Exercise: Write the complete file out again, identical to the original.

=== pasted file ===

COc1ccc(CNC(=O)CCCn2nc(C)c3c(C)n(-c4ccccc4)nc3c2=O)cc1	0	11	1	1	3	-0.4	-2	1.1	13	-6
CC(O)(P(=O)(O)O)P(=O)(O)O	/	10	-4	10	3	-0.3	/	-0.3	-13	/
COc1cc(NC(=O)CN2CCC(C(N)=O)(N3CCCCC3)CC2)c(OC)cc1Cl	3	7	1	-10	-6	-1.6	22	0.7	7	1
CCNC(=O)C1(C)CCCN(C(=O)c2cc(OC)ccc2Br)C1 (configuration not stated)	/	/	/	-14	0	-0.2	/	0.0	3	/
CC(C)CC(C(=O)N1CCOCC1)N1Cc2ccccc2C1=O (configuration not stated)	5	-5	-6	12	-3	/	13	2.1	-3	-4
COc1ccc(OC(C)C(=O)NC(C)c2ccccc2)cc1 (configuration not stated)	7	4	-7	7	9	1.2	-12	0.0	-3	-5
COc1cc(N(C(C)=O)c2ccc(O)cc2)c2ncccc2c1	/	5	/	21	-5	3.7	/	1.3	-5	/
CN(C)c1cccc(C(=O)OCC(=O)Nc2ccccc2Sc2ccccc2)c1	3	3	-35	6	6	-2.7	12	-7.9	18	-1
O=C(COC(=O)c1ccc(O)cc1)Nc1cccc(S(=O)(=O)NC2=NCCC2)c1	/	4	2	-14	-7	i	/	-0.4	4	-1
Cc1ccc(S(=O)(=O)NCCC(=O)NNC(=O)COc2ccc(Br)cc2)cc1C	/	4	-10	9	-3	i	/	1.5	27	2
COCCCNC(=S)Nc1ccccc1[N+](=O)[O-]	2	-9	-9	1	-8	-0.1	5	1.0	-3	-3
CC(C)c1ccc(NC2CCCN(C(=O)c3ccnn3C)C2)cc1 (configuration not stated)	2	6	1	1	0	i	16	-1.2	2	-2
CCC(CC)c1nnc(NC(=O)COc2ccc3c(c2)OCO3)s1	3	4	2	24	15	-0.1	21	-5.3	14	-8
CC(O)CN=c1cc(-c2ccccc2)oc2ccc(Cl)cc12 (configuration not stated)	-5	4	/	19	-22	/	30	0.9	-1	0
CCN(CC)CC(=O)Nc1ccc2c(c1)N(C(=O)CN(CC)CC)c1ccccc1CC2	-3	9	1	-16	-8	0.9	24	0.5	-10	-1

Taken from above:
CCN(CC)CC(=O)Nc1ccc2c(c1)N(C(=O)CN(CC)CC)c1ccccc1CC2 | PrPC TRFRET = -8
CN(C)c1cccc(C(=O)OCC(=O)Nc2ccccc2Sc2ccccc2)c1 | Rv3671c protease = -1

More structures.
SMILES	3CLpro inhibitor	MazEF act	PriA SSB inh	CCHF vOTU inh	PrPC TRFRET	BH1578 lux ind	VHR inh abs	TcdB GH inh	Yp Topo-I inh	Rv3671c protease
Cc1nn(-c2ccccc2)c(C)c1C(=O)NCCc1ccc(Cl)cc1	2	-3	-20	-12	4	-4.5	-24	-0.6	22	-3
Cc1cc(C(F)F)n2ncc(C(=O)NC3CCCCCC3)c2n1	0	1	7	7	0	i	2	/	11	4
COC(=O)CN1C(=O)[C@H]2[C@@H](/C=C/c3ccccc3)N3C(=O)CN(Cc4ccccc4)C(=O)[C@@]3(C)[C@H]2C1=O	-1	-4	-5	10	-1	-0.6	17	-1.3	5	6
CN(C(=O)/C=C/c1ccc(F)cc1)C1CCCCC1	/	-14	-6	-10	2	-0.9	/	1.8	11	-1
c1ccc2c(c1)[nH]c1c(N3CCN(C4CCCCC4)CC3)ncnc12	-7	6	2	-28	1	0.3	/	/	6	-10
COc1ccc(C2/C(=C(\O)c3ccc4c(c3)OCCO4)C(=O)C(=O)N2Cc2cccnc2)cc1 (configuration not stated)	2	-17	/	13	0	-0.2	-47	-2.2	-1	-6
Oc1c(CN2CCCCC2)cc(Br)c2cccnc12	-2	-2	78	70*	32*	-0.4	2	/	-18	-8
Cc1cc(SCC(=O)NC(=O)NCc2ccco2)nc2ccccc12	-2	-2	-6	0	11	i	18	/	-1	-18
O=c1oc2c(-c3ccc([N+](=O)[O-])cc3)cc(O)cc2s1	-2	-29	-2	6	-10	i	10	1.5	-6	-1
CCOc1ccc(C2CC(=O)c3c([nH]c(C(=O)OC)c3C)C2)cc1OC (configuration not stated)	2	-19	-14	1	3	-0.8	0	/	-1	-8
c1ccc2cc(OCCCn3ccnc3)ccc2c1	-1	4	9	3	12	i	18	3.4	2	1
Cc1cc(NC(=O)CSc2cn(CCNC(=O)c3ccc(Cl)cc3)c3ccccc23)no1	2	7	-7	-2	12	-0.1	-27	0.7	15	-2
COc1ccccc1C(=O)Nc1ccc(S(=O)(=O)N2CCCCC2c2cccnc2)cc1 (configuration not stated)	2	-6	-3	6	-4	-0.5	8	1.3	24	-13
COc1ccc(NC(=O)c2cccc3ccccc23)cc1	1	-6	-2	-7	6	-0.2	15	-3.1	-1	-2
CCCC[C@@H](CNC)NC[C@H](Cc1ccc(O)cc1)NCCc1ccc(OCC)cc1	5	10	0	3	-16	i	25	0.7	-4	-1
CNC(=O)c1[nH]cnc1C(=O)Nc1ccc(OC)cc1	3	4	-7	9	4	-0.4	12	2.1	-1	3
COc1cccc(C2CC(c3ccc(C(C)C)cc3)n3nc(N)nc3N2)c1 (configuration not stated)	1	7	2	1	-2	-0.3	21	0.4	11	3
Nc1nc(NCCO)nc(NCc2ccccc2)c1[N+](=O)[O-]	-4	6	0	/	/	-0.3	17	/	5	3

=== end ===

COc1ccc(CNC(=O)CCCn2nc(C)c3c(C)n(-c4ccccc4)nc3c2=O)cc1	0	11	1	1	3	-0.4	-2	1.1	13	-6
CC(O)(P(=O)(O)O)P(=O)(O)O	/	10	-4	10	3	-0.3	/	-0.3	-13	/
COc1cc(NC(=O)CN2CCC(C(N)=O)(N3CCCCC3)CC2)c(OC)cc1Cl	3	7	1	-10	-6	-1.6	22	0.7	7	1
CCNC(=O)C1(C)CCCN(C(=O)c2cc(OC)ccc2Br)C1 (configuration not stated)	/	/	/	-14	0	-0.2	/	0.0	3	/
CC(C)CC(C(=O)N1CCOCC1)N1Cc2ccccc2C1=O (configuration not stated)	5	-5	-6	12	-3	/	13	2.1	-3	-4
COc1ccc(OC(C)C(=O)NC(C)c2ccccc2)cc1 (configuration not stated)	7	4	-7	7	9	1.2	-12	0.0	-3	-5
COc1cc(N(C(C)=O)c2ccc(O)cc2)c2ncccc2c1	/	5	/	21	-5	3.7	/	1.3	-5	/
CN(C)c1cccc(C(=O)OCC(=O)Nc2ccccc2Sc2ccccc2)c1	3	3	-35	6	6	-2.7	12	-7.9	18	-1
O=C(COC(=O)c1ccc(O)cc1)Nc1cccc(S(=O)(=O)NC2=NCCC2)c1	/	4	2	-14	-7	i	/	-0.4	4	-1
Cc1ccc(S(=O)(=O)NCCC(=O)NNC(=O)COc2ccc(Br)cc2)cc1C	/	4	-10	9	-3	i	/	1.5	27	2
COCCCNC(=S)Nc1ccccc1[N+](=O)[O-]	2	-9	-9	1	-8	-0.1	5	1.0	-3	-3
CC(C)c1ccc(NC2CCCN(C(=O)c3ccnn3C)C2)cc1 (configuration not stated)	2	6	1	1	0	i	16	-1.2	2	-2
CCC(CC)c1nnc(NC(=O)COc2ccc3c(c2)OCO3)s1	3	4	2	24	15	-0.1	21	-5.3	14	-8
CC(O)CN=c1cc(-c2ccccc2)oc2ccc(Cl)cc12 (configuration not stated)	-5	4	/	19	-22	/	30	0.9	-1	0
CCN(CC)CC(=O)Nc1ccc2c(c1)N(C(=O)CN(CC)CC)c1ccccc1CC2	-3	9	1	-16	-8	0.9	24	0.5	-10	-1

Taken from above:
CCN(CC)CC(=O)Nc1ccc2c(c1)N(C(=O)CN(CC)CC)c1ccccc1CC2 | PrPC TRFRET = -8
CN(C)c1cccc(C(=O)OCC(=O)Nc2ccccc2Sc2ccccc2)c1 | Rv3671c protease = -1

More structures.
SMILES	3CLpro inhibitor	MazEF act	PriA SSB inh	CCHF vOTU inh	PrPC TRFRET	BH1578 lux ind	VHR inh abs	TcdB GH inh	Yp Topo-I inh	Rv3671c protease
Cc1nn(-c2ccccc2)c(C)c1C(=O)NCCc1ccc(Cl)cc1	2	-3	-20	-12	4	-4.5	-24	-0.6	22	-3
Cc1cc(C(F)F)n2ncc(C(=O)NC3CCCCCC3)c2n1	0	1	7	7	0	i	2	/	11	4
COC(=O)CN1C(=O)[C@H]2[C@@H](/C=C/c3ccccc3)N3C(=O)CN(Cc4ccccc4)C(=O)[C@@]3(C)[C@H]2C1=O	-1	-4	-5	10	-1	-0.6	17	-1.3	5	6
CN(C(=O)/C=C/c1ccc(F)cc1)C1CCCCC1	/	-14	-6	-10	2	-0.9	/	1.8	11	-1
c1ccc2c(c1)[nH]c1c(N3CCN(C4CCCCC4)CC3)ncnc12	-7	6	2	-28	1	0.3	/	/	6	-10
COc1ccc(C2/C(=C(\O)c3ccc4c(c3)OCCO4)C(=O)C(=O)N2Cc2cccnc2)cc1 (configuration not stated)	2	-17	/	13	0	-0.2	-47	-2.2	-1	-6
Oc1c(CN2CCCCC2)cc(Br)c2cccnc12	-2	-2	78	70*	32*	-0.4	2	/	-18	-8
Cc1cc(SCC(=O)NC(=O)NCc2ccco2)nc2ccccc12	-2	-2	-6	0	11	i	18	/	-1	-18
O=c1oc2c(-c3ccc([N+](=O)[O-])cc3)cc(O)cc2s1	-2	-29	-2	6	-10	i	10	1.5	-6	-1
CCOc1ccc(C2CC(=O)c3c([nH]c(C(=O)OC)c3C)C2)cc1OC (configuration not stated)	2	-19	-14	1	3	-0.8	0	/	-1	-8
c1ccc2cc(OCCCn3ccnc3)ccc2c1	-1	4	9	3	12	i	18	3.4	2	1
Cc1cc(NC(=O)CSc2cn(CCNC(=O)c3ccc(Cl)cc3)c3ccccc23)no1	2	7	-7	-2	12	-0.1	-27	0.7	15	-2
COc1ccccc1C(=O)Nc1ccc(S(=O)(=O)N2CCCCC2c2cccnc2)cc1 (configuration not stated)	2	-6	-3	6	-4	-0.5	8	1.3	24	-13
COc1ccc(NC(=O)c2cccc3ccccc23)cc1	1	-6	-2	-7	6	-0.2	15	-3.1	-1	-2
CCCC[C@@H](CNC)NC[C@H](Cc1ccc(O)cc1)NCCc1ccc(OCC)cc1	5	10	0	3	-16	i	25	0.7	-4	-1
CNC(=O)c1[nH]cnc1C(=O)Nc1ccc(OC)cc1	3	4	-7	9	4	-0.4	12	2.1	-1	3
COc1cccc(C2CC(c3ccc(C(C)C)cc3)n3nc(N)nc3N2)c1 (configuration not stated)	1	7	2	1	-2	-0.3	21	0.4	11	3
Nc1nc(NCCO)nc(NCc2ccccc2)c1[N+](=O)[O-]	-4	6	0	/	/	-0.3	17	/	5	3